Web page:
Track 9 is titled ‘Swept Up In The Night.’ The night, and the evening, are some of the most common themes in this album, even down to the album’s initial ‘conception.’ Jones has said a lot of the album came to her ‘in the middle of the night or right before sleep’ hence the title. Consequently, it makes definite sense that this proves to be a recurrence throughout. ‘Swept Up In The Night’ also has an extra level of excitement as it features an omnicord, an electronic instrument that produces an automatic accompaniment while heroing the use of a harp sensor. It’s not something often used in modern music, but producer Leon Michels had one on hand, and it lends beautifully to the experimentation present on Visions. 

We then get a soft flirtatious pop tune titled ‘On My Way.’ While it’s undemanding, it’s still sweet as it echoes the protagonist charming her lover. This sentiment is reflected in the doubles at the end of each line, such as ‘dark-dark’ and ‘night-night.’ It’s a lush tune that comes across as tender and almost nostalgic.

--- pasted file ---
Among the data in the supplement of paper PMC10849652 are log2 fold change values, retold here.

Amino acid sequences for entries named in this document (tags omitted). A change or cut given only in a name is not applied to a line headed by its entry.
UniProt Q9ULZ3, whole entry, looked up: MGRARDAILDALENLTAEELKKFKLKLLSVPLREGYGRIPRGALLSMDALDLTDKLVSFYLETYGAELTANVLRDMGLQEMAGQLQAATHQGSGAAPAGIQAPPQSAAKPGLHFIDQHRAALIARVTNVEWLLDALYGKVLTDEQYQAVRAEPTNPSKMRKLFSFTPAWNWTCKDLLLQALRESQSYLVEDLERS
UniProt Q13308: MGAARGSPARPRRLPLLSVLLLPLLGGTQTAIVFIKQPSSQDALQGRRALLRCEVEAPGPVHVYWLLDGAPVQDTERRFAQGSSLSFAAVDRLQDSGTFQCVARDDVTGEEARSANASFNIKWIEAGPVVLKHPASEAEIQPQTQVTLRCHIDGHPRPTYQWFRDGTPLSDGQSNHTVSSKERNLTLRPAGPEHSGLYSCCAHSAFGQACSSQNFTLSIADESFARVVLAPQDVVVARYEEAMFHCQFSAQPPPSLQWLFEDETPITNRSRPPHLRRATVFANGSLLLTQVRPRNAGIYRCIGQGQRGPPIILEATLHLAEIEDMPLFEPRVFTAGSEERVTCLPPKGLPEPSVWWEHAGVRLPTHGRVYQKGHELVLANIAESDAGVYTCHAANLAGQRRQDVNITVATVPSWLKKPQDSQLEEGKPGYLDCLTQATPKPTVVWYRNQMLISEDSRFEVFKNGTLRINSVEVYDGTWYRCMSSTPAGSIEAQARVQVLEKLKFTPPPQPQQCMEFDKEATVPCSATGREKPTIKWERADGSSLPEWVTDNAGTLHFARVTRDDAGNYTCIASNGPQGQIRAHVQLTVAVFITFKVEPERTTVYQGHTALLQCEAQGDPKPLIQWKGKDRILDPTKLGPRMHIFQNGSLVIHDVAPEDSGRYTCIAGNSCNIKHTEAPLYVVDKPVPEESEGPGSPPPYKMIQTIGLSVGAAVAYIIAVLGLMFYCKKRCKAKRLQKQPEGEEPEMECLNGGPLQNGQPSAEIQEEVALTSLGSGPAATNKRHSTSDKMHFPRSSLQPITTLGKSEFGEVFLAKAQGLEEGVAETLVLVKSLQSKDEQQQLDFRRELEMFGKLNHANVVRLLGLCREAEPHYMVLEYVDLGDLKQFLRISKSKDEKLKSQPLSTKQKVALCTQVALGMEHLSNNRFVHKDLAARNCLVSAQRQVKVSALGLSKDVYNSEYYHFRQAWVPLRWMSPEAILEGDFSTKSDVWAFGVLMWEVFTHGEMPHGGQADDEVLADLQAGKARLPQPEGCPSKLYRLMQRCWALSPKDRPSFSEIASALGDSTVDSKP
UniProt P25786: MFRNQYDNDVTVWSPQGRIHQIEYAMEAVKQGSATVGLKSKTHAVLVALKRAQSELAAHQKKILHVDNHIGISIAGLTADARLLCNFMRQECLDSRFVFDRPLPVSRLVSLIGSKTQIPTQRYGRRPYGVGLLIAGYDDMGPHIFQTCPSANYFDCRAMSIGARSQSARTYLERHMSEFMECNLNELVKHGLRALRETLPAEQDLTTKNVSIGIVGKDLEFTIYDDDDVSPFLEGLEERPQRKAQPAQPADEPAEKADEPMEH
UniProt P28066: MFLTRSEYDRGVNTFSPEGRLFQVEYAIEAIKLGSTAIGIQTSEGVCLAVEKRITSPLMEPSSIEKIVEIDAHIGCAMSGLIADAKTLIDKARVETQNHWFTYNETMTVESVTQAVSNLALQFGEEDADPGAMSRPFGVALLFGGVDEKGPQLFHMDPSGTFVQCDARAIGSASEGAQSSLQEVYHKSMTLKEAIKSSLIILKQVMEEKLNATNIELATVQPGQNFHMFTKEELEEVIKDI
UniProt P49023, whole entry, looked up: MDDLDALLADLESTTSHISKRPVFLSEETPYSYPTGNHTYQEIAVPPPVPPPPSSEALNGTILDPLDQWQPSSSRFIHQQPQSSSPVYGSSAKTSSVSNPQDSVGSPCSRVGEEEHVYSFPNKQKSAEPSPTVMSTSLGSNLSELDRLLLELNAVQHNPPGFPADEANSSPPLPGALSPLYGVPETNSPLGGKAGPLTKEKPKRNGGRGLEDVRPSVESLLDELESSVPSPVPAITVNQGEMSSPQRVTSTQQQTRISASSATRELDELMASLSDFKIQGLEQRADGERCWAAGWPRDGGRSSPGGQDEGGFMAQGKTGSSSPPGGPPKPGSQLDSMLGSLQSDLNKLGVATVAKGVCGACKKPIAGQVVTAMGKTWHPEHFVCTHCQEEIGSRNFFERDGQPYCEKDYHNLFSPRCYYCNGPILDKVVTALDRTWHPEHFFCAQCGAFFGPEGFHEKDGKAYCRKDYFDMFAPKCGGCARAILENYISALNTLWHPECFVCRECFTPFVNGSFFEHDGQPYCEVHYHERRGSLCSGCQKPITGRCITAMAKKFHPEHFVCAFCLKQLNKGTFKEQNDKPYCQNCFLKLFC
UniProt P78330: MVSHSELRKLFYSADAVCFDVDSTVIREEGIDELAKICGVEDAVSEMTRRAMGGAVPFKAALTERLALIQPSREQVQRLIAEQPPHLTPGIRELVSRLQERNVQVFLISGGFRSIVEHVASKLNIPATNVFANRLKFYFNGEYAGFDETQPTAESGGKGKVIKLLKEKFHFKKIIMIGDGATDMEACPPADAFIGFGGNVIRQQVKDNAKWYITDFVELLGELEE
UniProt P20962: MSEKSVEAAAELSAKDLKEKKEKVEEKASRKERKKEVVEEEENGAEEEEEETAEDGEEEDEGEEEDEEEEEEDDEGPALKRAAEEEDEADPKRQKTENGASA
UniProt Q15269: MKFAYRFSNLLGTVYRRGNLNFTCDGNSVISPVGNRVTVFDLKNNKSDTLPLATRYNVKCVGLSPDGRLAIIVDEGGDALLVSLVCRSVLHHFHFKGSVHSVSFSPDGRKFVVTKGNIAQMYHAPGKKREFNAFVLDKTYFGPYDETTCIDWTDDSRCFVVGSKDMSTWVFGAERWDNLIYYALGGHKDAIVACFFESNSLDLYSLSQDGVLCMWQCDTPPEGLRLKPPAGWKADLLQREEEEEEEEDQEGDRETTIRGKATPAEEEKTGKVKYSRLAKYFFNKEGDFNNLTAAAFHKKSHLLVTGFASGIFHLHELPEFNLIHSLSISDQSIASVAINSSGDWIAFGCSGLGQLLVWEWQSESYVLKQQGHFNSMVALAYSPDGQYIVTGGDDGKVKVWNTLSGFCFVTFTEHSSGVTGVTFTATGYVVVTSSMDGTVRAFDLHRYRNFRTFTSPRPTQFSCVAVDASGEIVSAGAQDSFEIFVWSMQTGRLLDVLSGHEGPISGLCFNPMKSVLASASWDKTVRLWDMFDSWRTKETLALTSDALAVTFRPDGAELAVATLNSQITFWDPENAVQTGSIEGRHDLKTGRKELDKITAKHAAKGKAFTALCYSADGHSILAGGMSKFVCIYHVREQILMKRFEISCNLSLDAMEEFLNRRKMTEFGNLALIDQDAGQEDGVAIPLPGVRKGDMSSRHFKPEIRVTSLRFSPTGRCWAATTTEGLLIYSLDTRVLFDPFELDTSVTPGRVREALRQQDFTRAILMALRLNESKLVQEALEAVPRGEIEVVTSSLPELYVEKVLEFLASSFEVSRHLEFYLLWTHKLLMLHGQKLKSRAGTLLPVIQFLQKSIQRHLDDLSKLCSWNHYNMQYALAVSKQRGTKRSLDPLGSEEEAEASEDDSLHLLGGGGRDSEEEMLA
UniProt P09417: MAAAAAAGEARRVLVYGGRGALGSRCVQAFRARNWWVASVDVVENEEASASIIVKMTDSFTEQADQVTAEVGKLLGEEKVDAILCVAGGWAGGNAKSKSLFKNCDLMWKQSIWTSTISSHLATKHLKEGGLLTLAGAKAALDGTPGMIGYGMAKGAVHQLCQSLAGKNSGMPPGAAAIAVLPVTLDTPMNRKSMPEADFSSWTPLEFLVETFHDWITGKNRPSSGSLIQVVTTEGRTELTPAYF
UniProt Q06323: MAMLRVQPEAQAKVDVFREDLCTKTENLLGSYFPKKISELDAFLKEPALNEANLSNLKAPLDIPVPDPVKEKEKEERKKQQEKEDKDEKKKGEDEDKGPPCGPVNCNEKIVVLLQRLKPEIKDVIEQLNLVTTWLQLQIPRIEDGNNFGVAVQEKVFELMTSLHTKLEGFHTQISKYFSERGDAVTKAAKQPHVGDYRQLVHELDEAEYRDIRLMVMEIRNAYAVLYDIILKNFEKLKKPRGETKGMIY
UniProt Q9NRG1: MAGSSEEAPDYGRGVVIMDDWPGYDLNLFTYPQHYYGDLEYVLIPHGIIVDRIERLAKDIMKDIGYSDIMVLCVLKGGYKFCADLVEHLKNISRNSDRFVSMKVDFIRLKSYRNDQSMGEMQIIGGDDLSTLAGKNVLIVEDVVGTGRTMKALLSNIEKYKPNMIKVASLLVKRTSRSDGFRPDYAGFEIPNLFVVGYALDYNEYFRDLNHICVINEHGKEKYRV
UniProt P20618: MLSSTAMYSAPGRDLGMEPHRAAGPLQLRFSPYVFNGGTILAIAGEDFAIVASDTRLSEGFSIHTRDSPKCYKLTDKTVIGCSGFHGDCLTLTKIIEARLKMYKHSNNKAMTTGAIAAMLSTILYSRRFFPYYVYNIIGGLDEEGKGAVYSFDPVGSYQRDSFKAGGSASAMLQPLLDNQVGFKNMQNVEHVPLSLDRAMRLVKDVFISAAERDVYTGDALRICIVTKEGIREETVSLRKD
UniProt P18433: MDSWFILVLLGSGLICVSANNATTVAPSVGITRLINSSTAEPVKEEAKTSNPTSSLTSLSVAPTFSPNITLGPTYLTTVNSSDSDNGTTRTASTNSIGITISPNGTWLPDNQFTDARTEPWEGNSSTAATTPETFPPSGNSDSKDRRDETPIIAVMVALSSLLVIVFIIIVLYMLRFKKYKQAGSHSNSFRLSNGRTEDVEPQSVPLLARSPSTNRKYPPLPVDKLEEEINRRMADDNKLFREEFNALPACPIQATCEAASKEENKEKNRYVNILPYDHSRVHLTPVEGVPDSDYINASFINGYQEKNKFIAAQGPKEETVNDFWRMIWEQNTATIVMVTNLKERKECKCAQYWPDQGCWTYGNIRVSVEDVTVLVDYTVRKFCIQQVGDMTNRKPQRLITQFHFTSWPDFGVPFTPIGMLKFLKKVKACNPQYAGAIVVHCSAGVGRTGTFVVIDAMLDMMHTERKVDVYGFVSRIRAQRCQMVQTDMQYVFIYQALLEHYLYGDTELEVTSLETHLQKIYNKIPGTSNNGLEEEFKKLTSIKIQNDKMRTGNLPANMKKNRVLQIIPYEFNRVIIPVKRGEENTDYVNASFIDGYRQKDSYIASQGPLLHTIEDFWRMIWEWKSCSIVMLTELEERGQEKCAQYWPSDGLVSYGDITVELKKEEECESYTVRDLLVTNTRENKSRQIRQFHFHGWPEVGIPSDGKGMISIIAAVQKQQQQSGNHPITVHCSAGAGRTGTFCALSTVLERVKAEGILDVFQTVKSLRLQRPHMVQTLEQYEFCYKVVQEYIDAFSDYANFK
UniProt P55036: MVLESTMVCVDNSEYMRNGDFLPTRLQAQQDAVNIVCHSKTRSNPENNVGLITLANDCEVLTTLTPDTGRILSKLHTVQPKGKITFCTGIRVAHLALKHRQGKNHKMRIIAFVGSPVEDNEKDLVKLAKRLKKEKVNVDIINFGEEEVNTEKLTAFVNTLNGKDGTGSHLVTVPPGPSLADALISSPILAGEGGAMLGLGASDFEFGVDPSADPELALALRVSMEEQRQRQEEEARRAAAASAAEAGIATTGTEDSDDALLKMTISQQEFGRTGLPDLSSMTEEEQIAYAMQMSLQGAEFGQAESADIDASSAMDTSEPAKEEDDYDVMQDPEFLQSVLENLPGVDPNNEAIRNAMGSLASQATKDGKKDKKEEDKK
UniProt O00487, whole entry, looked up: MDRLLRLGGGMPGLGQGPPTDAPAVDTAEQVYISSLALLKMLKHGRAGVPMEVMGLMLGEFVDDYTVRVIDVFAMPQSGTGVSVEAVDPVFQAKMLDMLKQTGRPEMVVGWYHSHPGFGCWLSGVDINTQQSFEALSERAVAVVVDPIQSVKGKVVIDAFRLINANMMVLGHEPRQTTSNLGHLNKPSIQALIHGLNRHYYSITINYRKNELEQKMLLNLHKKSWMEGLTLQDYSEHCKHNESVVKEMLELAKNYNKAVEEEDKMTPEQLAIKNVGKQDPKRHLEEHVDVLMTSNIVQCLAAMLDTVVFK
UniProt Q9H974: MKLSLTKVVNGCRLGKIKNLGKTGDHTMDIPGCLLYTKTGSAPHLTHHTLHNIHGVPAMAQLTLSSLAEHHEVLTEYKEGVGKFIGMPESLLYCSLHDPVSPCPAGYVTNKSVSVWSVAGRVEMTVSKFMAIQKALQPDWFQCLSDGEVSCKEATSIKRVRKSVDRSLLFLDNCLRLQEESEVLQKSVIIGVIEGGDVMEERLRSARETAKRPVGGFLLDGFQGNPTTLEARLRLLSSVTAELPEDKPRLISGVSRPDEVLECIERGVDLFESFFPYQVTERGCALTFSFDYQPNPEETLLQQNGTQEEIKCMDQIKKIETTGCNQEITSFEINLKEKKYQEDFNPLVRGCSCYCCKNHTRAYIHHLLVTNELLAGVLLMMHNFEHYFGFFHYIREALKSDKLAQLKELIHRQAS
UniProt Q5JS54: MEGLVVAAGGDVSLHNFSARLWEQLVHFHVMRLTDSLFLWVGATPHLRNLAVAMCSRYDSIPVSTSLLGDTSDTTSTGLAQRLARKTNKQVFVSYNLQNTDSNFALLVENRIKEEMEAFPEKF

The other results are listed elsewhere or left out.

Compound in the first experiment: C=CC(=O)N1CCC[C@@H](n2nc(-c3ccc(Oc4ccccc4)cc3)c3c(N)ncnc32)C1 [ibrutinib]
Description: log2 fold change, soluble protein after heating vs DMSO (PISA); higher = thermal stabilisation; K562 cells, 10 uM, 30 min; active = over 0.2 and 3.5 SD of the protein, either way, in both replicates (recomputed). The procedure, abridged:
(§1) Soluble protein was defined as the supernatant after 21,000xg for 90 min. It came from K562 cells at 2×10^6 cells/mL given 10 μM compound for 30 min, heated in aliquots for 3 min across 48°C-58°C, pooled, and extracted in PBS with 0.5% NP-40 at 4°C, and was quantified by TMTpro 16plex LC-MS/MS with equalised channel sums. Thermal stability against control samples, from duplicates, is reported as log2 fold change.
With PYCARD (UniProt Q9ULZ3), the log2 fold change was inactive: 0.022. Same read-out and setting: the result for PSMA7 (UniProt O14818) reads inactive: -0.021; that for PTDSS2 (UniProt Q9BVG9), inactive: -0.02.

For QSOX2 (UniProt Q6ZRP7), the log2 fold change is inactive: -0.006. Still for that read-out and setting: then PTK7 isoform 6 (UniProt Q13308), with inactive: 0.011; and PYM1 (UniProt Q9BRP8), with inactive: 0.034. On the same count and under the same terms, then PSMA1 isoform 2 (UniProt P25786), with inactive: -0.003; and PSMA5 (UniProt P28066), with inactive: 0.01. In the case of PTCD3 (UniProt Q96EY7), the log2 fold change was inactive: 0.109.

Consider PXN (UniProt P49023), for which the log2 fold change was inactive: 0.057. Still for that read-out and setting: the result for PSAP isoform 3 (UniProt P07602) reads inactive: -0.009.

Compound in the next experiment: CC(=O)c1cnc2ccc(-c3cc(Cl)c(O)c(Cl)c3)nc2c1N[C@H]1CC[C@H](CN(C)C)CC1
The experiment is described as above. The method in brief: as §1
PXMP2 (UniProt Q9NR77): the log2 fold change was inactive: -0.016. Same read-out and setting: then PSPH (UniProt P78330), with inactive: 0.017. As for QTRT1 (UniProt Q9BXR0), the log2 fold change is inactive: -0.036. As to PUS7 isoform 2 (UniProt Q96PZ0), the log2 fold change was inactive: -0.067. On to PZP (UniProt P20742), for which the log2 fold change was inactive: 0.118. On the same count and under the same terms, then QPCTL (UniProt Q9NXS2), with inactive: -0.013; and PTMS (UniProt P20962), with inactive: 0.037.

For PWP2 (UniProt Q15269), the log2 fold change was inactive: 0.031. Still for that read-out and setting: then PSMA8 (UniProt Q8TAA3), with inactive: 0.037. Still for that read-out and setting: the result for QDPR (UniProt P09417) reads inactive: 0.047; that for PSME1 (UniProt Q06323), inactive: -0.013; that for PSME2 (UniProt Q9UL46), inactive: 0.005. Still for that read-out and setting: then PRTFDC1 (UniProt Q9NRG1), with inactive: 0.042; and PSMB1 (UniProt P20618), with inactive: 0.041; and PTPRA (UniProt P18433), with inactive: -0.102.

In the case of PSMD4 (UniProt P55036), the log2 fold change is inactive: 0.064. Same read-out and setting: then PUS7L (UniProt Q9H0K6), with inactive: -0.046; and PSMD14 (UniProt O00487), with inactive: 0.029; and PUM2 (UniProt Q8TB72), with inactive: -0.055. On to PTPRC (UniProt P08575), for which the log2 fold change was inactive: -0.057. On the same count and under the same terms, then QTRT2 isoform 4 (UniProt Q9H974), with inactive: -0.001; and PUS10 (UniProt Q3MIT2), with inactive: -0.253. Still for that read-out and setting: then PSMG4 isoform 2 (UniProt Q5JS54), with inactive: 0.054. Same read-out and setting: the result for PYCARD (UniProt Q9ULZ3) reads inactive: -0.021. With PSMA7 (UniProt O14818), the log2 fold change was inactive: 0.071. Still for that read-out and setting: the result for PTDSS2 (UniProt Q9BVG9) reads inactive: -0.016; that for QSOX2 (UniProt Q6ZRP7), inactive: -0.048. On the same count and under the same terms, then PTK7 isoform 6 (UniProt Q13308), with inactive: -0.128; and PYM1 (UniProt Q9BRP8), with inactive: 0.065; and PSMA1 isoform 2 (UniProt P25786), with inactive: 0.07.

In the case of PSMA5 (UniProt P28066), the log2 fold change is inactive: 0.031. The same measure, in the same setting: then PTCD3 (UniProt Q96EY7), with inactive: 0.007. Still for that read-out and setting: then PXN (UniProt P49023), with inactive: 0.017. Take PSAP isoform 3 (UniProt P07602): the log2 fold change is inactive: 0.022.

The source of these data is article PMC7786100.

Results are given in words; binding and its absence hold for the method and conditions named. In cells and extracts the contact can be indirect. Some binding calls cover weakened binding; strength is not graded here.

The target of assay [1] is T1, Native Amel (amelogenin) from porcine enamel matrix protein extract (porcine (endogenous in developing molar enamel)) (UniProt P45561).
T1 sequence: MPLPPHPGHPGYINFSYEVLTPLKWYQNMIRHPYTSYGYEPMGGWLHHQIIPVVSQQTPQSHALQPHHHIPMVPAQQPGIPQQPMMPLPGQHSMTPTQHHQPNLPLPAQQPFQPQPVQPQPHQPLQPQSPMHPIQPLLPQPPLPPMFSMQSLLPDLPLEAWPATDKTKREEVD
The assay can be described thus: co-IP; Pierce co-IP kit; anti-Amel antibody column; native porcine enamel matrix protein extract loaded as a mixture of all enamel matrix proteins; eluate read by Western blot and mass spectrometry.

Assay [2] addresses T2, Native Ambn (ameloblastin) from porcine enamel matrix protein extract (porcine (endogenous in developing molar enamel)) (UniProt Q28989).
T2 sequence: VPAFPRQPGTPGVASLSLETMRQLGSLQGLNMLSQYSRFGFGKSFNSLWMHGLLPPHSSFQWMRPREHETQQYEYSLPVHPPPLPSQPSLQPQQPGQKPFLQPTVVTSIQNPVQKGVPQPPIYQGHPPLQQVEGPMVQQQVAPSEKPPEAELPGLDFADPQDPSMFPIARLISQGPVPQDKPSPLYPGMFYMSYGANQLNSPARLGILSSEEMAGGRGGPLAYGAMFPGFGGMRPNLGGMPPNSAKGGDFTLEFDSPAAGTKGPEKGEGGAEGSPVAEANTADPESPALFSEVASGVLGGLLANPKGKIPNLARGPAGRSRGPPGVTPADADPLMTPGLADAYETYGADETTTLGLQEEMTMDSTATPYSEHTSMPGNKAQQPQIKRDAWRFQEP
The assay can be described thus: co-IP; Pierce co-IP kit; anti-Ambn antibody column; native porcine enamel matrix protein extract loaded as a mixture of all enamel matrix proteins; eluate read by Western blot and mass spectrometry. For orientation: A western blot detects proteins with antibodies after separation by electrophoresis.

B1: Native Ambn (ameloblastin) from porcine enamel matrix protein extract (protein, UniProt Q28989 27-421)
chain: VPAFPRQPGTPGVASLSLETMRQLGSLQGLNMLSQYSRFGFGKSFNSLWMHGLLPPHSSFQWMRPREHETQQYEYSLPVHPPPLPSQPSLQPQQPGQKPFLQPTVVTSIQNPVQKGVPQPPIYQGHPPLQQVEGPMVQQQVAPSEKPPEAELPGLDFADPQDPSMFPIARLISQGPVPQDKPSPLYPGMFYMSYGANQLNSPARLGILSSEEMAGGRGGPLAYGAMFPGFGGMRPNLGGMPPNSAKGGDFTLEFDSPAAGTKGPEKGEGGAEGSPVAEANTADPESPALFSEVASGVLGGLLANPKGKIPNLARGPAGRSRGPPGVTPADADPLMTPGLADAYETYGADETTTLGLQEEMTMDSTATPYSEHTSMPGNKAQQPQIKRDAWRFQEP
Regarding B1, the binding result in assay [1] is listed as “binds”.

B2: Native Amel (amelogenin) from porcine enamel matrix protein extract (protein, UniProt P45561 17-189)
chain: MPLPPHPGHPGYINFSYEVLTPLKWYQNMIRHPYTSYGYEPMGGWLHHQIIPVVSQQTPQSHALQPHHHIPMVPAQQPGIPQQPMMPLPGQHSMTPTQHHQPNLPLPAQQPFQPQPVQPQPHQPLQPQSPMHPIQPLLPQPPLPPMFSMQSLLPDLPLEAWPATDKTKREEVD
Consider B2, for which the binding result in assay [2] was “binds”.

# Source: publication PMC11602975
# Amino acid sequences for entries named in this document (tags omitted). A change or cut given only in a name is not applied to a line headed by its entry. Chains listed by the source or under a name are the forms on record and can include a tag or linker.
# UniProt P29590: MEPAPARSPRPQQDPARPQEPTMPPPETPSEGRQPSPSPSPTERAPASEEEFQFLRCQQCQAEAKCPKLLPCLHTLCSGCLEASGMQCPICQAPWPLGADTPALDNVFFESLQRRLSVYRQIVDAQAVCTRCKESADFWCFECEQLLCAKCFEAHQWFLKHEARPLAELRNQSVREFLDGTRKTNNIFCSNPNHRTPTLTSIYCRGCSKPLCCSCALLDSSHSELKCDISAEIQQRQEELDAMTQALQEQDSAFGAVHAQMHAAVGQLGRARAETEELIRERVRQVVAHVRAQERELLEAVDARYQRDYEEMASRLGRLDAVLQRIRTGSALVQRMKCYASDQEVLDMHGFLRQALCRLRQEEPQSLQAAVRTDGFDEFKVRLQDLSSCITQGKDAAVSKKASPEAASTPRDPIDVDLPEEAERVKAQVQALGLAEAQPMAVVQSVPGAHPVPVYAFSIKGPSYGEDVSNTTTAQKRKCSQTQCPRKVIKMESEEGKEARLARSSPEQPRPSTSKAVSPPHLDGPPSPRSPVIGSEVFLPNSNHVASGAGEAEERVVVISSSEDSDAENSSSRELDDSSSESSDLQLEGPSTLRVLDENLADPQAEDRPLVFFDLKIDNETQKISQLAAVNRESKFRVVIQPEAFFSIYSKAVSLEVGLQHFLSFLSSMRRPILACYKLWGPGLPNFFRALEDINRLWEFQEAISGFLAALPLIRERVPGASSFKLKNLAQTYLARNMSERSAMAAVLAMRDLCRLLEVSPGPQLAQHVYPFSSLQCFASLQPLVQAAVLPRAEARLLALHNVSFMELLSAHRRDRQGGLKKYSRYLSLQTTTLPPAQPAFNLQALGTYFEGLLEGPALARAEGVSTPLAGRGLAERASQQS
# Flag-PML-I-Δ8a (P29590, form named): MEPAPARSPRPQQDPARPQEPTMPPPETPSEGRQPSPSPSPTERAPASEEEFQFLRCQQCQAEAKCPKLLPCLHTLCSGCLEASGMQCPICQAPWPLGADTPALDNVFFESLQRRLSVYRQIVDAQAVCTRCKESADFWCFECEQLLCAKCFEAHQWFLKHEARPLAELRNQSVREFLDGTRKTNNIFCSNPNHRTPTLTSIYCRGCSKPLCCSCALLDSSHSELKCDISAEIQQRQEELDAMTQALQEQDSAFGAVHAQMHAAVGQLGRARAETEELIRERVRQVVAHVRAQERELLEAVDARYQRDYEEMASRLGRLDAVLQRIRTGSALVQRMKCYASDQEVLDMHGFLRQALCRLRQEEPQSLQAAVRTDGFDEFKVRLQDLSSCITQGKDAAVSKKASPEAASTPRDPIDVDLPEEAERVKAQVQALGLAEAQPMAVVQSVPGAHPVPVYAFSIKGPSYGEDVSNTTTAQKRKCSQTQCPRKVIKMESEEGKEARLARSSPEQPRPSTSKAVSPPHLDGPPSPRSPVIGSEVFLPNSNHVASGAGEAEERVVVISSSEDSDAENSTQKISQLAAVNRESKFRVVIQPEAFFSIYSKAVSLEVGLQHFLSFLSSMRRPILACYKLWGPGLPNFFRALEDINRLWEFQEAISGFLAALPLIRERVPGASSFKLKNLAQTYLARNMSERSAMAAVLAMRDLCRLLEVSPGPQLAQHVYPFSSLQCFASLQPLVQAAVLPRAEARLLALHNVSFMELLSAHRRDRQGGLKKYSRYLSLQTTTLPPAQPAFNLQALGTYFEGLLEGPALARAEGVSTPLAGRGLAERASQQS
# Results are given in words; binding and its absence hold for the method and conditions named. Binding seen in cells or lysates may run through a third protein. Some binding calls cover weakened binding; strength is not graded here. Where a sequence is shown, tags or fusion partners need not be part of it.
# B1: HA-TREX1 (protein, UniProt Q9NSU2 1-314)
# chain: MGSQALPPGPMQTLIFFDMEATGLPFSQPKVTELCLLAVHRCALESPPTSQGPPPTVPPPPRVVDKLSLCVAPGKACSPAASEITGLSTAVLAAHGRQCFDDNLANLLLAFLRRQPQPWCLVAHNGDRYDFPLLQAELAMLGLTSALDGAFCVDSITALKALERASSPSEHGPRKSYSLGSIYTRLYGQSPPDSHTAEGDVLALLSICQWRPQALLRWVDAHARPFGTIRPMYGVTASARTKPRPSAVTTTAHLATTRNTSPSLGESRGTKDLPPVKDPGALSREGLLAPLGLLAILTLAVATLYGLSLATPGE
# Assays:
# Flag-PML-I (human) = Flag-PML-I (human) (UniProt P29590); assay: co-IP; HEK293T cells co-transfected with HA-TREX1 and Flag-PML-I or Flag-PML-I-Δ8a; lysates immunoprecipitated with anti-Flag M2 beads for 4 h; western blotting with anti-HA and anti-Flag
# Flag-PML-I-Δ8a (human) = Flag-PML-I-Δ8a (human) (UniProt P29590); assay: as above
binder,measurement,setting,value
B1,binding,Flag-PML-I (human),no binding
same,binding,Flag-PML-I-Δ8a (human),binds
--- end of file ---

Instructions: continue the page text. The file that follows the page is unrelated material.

Track 11, ‘Alone With My Thoughts,’ once again echoes a universal message in exploring the reassurance of finding hope in isolation. It’s one of the slowest tracks on the album, which, in this case, is saying a lot. ‘AWMT’ also echoes the idea of thinking things over and through while considering the time ahead. This year has felt pretty quick so far—already, it’s March, and this track is poignant partially because of this.

Visions closes with ‘That’s Life.’ Jones utilises powerful paradoxes to address the acceptance of what life may bring, and it’s a fitting end to the album. Going up, going down, waking up to sweet sounds, falling asleep to the same sounds. Jones’ voice almost sounds tongue in cheek when she says, ‘That’s life’ in a tone that sounds like you can hear the smiles. After all, it is almost like Jones is questioning the genuine depth of it, like, ‘Is it that bad?’

The exuberant cheerfulness Jones brings to this fact is something we could have more of now.